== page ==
Article

Technology and Digital

Over the past few years, firms have been seeking new methods of creating value and actively leveraging digital, disruptive technologies and operating models. The digital era is complex, fast changing and brings a wealth of opportunities; however, operating in this digital world also presents new challenges. Digital technologies bring opportunities to increase efficiency, quality, customer experience and ultimately growth. However, they also bring a new set of risks, and unlike traditional risks these emerge quickly, differ across technologies and can be hard to identify and control using traditional approaches.

IA can add significant value through involvement at the design stage to ensure benefits, such as cost reduction, improvement in customer experience, new revenue generation and regulatory compliance, are realised. Taking into account the costly technology and digital issues that have arisen across financial services, IA also has a role to ensure the associated risks are properly understood and managed.

Our view of the change in IA focus from prior year to now:

Industry icons

Banking and Capital Markets

Insurance

Investment and Private Equity

6.1 Cyber Resilience

Overview Given the high-profile cyber incidents across financial services in recent years, coupled with the continuing regulatory interest in this area, we anticipate that demands and requirements for firms around cyber and cyber resilience will only increase.

The Bank of England, PRA and FCA issued a joint Discussion Paper in 2018, returning the spotlight to operational and cyber resilience. The focus is on the development of a broader framework for firms, enhancing resilience stress testing and establishing strong impact tolerances and performance metrics.

Financial services firms will be expected to set their own resilience tolerances (maximum downtime for instance), in line with a resilience baseline and taking into account inter-connectedness with other financial services firms.
IA's role IA should apply a risk-lens to the cyber agenda, taking account of regulatory, senior management and board demands on assurance and challenge.

Areas of IA focus should include:

  • Governance and senior manager accountability for cyber resilience.
  • The extent to which a holistic, enterprise-wide approach to cyber and operational resilience is employed, that can influence a ‘resilience’ culture in the firm and drive ‘resilience-by-design’, particularly when it comes to the technology environment.
  • The quality of data-based metrics to monitor disruption, performance against key indicators and tolerances by system/component.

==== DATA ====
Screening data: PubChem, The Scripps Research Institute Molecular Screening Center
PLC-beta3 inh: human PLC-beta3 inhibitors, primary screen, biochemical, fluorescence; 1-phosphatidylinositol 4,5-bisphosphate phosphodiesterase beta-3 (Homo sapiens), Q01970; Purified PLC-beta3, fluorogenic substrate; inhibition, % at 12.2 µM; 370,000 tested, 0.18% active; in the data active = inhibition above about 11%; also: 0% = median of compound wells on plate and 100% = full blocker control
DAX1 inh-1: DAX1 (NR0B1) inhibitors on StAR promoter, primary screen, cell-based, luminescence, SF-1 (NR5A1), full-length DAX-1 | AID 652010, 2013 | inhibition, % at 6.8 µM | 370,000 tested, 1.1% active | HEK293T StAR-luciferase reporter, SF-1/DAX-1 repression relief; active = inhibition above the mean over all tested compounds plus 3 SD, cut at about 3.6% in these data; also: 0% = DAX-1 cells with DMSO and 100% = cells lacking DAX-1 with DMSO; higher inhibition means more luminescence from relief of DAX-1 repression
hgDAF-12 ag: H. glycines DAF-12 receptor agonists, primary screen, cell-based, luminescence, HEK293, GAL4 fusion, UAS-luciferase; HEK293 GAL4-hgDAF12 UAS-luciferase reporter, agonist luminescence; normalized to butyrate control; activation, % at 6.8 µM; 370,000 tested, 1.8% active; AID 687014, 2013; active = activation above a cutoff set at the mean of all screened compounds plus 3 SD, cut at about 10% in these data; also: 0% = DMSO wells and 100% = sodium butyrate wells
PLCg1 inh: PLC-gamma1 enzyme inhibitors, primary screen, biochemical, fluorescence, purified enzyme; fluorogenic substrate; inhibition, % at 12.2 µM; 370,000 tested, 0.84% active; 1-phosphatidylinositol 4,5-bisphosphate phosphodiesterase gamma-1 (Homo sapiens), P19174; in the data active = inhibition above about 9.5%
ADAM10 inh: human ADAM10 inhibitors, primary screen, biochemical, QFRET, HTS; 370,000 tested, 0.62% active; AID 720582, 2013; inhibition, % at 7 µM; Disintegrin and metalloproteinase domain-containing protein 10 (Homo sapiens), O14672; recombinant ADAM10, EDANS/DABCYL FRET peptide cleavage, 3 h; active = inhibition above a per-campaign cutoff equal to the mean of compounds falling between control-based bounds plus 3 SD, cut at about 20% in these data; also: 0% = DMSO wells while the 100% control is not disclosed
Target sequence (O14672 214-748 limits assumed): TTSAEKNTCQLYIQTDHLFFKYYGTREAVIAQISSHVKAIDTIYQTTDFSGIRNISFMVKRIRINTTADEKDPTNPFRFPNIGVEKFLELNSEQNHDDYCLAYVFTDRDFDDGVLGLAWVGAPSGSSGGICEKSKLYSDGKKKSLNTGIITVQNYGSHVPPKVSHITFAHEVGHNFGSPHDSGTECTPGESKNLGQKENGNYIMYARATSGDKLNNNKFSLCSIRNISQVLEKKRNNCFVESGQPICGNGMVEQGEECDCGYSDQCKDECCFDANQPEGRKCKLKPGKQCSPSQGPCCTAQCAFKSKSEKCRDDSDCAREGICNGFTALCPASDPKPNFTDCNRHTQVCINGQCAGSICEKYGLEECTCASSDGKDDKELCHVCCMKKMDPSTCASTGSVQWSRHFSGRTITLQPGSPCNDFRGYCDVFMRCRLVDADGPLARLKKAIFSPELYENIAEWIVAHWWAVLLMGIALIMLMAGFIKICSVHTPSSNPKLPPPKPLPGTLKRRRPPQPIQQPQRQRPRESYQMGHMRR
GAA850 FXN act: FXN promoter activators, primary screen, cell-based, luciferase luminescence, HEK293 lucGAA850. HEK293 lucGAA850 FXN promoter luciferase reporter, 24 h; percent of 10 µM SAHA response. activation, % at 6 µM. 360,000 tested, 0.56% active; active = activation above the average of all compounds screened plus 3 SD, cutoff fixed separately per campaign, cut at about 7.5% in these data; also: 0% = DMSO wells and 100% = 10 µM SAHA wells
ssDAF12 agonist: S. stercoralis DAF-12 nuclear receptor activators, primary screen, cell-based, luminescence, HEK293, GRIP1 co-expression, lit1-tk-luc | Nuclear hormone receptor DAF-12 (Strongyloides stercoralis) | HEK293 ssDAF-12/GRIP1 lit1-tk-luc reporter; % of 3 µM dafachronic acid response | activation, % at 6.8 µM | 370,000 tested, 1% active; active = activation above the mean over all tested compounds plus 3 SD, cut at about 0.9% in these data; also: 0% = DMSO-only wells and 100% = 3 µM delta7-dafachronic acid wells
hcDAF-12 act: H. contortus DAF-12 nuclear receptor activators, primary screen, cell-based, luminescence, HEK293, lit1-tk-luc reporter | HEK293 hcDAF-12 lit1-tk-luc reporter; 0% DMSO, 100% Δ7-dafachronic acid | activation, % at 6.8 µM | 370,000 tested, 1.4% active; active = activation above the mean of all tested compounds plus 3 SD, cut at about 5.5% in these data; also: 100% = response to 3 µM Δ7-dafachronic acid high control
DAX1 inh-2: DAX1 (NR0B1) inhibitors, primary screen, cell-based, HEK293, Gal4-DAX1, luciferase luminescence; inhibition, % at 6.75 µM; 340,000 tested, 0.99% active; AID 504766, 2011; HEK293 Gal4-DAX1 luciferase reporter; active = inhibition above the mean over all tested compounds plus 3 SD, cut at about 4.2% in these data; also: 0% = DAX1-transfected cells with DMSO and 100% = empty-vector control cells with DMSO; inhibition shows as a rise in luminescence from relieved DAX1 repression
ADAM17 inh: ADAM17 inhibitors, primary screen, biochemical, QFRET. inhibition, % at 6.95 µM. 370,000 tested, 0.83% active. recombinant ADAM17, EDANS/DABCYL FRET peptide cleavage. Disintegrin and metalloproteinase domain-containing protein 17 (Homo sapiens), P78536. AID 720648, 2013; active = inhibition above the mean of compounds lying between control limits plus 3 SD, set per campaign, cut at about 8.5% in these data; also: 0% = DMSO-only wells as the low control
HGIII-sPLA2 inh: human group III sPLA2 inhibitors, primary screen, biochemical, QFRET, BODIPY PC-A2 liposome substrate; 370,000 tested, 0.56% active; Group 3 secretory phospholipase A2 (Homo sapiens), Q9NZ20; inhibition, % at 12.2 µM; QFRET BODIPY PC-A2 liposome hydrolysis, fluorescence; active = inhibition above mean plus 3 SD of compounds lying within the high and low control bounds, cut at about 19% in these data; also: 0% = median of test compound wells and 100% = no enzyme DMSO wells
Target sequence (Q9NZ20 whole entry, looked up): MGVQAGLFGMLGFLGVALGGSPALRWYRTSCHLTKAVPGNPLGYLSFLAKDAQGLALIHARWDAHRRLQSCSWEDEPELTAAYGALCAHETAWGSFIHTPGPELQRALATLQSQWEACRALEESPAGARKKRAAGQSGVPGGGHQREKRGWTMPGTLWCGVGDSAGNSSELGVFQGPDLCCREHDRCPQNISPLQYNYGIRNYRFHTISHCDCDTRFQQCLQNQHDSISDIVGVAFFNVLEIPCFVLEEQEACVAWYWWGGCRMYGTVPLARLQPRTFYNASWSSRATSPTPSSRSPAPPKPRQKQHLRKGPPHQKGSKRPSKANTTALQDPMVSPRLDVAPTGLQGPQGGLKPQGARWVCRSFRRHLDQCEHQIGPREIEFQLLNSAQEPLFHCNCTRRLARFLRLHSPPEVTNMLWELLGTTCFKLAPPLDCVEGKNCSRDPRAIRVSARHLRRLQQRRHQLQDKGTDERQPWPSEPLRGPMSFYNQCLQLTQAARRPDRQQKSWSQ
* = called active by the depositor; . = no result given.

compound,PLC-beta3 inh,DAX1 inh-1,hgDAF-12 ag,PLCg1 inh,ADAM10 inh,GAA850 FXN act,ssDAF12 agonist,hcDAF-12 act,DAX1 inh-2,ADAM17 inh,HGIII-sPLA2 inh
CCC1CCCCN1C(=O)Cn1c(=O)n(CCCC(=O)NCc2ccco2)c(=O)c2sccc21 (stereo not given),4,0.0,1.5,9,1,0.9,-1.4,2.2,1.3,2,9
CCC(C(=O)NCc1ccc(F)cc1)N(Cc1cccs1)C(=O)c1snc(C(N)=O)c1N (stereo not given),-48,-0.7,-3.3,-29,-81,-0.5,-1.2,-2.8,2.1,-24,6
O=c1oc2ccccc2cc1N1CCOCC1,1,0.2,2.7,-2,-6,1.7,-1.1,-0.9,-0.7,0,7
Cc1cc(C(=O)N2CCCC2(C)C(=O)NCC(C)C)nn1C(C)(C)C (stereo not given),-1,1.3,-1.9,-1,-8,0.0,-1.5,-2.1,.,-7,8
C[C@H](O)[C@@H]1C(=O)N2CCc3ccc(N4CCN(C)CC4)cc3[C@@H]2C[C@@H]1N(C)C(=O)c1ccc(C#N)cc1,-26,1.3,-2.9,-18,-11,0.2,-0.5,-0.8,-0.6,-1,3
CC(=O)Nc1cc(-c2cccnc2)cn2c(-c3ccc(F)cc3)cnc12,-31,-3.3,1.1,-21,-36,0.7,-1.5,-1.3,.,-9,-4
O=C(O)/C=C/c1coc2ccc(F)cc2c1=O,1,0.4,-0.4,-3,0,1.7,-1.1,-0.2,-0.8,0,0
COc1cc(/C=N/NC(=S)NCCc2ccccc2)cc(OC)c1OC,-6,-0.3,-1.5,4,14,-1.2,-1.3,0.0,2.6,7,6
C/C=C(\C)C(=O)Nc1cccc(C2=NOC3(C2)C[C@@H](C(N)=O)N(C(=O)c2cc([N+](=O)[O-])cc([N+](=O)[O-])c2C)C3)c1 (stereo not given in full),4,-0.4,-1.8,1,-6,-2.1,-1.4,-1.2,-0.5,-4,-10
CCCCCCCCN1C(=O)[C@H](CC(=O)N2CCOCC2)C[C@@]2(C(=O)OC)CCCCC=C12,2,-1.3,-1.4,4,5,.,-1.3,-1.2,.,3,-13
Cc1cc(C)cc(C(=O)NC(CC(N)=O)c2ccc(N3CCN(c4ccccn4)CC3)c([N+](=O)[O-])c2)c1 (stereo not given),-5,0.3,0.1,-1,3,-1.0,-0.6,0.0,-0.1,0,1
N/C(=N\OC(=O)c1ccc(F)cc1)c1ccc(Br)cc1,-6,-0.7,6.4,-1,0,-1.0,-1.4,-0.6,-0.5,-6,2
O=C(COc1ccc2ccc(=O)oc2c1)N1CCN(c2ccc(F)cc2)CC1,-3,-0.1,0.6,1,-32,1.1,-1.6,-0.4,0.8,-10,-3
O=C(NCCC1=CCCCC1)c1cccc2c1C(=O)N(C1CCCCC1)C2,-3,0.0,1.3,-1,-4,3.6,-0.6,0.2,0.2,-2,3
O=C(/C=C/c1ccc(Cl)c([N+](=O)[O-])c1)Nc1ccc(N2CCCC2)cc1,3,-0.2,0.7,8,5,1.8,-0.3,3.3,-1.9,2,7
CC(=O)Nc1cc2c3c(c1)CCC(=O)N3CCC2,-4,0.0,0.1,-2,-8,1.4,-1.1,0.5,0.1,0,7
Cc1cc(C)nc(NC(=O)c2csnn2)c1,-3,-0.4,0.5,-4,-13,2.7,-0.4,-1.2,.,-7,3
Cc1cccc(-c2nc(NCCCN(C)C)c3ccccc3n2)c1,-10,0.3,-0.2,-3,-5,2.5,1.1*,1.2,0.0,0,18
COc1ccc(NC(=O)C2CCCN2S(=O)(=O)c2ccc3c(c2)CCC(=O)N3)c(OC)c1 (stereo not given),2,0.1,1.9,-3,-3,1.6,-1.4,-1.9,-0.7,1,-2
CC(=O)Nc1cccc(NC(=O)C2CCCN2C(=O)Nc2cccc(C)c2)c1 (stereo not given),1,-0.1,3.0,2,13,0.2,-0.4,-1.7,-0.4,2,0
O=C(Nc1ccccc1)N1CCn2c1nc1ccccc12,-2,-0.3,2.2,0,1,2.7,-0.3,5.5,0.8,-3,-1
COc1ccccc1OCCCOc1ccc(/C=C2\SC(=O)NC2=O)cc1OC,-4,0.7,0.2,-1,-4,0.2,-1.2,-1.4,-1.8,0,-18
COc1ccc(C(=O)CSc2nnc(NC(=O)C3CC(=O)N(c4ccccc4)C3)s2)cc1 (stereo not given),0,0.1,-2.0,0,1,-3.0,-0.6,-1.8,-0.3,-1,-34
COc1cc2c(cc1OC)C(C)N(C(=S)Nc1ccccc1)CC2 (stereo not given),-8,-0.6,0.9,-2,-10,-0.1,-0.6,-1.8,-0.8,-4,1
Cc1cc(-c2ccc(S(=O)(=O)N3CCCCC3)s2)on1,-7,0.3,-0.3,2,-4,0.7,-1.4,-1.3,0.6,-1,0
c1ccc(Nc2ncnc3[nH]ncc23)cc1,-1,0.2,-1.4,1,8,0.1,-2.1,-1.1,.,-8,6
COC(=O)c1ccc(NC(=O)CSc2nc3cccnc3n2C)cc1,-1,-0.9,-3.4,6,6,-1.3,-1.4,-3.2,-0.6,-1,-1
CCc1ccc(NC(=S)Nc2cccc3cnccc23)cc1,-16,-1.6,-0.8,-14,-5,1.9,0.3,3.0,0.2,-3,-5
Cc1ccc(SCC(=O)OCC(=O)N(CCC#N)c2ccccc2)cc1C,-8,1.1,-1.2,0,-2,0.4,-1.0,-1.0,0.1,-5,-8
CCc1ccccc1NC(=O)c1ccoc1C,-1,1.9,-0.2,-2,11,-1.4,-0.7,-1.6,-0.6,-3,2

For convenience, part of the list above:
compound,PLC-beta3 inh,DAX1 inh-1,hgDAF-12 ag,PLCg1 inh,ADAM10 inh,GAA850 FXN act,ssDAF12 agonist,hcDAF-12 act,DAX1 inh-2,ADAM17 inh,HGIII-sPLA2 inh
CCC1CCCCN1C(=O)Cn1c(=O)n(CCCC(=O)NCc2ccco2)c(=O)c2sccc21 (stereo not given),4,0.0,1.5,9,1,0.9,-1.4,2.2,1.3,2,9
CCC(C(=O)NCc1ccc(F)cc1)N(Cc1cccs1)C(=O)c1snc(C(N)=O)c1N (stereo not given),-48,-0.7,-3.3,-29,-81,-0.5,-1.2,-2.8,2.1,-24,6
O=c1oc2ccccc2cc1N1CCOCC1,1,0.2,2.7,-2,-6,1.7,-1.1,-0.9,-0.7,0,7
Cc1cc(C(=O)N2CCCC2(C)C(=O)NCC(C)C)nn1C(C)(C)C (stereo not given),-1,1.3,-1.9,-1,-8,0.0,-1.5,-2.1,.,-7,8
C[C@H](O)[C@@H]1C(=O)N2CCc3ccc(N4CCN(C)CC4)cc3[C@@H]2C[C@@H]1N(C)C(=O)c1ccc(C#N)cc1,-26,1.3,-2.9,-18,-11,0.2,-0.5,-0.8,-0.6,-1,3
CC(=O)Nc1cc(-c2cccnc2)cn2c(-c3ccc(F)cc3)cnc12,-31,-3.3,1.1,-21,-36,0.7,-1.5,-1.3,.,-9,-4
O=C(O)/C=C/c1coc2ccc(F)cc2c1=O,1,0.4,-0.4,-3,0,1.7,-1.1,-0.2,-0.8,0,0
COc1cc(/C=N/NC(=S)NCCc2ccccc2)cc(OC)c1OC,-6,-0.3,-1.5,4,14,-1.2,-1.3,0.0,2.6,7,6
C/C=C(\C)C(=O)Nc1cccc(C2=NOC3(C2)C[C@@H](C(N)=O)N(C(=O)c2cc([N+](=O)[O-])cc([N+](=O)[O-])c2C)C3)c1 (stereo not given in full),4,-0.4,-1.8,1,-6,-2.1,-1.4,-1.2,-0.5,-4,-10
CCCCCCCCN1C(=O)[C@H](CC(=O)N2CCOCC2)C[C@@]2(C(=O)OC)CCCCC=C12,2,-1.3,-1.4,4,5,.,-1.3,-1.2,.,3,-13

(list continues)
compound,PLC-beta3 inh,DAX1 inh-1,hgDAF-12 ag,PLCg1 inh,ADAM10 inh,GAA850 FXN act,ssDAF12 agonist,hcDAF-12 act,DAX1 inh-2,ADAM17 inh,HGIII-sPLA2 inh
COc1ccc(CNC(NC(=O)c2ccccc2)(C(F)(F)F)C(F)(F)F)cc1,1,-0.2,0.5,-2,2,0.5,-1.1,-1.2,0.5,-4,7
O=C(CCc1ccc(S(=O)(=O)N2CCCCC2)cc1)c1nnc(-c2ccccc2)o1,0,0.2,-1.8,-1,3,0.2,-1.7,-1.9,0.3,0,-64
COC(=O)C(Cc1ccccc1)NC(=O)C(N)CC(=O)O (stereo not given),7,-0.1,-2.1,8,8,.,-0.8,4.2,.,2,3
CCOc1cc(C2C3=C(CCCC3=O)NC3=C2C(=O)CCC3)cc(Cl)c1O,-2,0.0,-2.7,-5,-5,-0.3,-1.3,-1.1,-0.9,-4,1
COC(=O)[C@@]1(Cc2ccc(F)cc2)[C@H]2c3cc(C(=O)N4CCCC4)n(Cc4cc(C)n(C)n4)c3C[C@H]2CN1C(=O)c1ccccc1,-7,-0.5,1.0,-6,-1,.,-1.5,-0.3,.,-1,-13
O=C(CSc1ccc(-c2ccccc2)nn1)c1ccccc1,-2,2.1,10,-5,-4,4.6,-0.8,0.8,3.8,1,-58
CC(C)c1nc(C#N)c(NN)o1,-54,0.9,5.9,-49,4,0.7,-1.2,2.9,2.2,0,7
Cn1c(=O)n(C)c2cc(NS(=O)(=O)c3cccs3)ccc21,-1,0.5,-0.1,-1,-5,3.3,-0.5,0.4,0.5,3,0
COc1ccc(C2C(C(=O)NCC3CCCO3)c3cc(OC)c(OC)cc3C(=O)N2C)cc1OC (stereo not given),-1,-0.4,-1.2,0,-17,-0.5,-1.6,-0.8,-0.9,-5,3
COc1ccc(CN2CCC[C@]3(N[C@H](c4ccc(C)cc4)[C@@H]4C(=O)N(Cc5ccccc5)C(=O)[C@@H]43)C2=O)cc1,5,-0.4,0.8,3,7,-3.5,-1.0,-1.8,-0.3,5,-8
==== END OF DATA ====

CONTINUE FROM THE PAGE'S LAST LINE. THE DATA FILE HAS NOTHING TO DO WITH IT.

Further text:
6.2 Disruptive Technologies and Digitalisation

Overview Disruptive technology and the era of digitalisation are here to stay. Technological advances and trends in advanced analytics, robotic process automation (RPA) and cognitive intelligence, including Artificial Intelligence (AI), are rapidly transforming firms. They are reshaping business models and enable innovation in terms of productivity and operational efficiency but also, critically, in the way they connect with, and offer products and services to, their customers.

Limited availability of the right quality and quantity of data, insufficient understanding of AI’s inherent risks, a firm’s culture and regulation can all act as barriers to widespread adoption of AI in firms.

Although the regulation in this area remains in its infancy, there have been some recent developments. The EU Commission published the steps it is taking for “building trust in Artificial Intelligence”, which includes the publication of the final Ethics Guidelines for Trustworthy AI, aiming to encourage public and private investment in AI and related technologies, whilst managing the risks.
IA's role The EU Commission’s announcements highlight that the ethical dimension relating to disruptive, new technologies is increasingly becoming a priority and will need to become an integral part of firms’ development.

IA’s role is two-fold. First is to ensure appropriate controls are being implemented to prevent and detect new and emerging risks. Second is to challenge how the key requirements are included within the Commission’s announcement for trustworthy AI are integrated in both the solutions their firms are deploying, as well as those that are already in use.

Specifically, IA’s role should include consideration as to whether relevant policies, structures and frameworks are updated to incorporate AI-specific considerations, for example firms’ Risk Management Frameworks (RMF), Risk Appetite Frameworks (RAF) and governance structures. IA’s role could also include the review of input data, underlying algorithms, the use of output and checking whether firms’ proposed AI strategies are aligned to business objectives.

6.3 Blockchain

Overview Blockchain is a digital, decentralised, distributed ledger which secures (via encryption) and tracks digital transactions. Benefits include automation, transaction simplification, enhanced transparency in core business functions (supply chain management, back-office operations and compliance for instance) and help in the reduction of fraud. Blockchain remains in its infancy, but firms are increasingly testing its usage and its capability to support business change.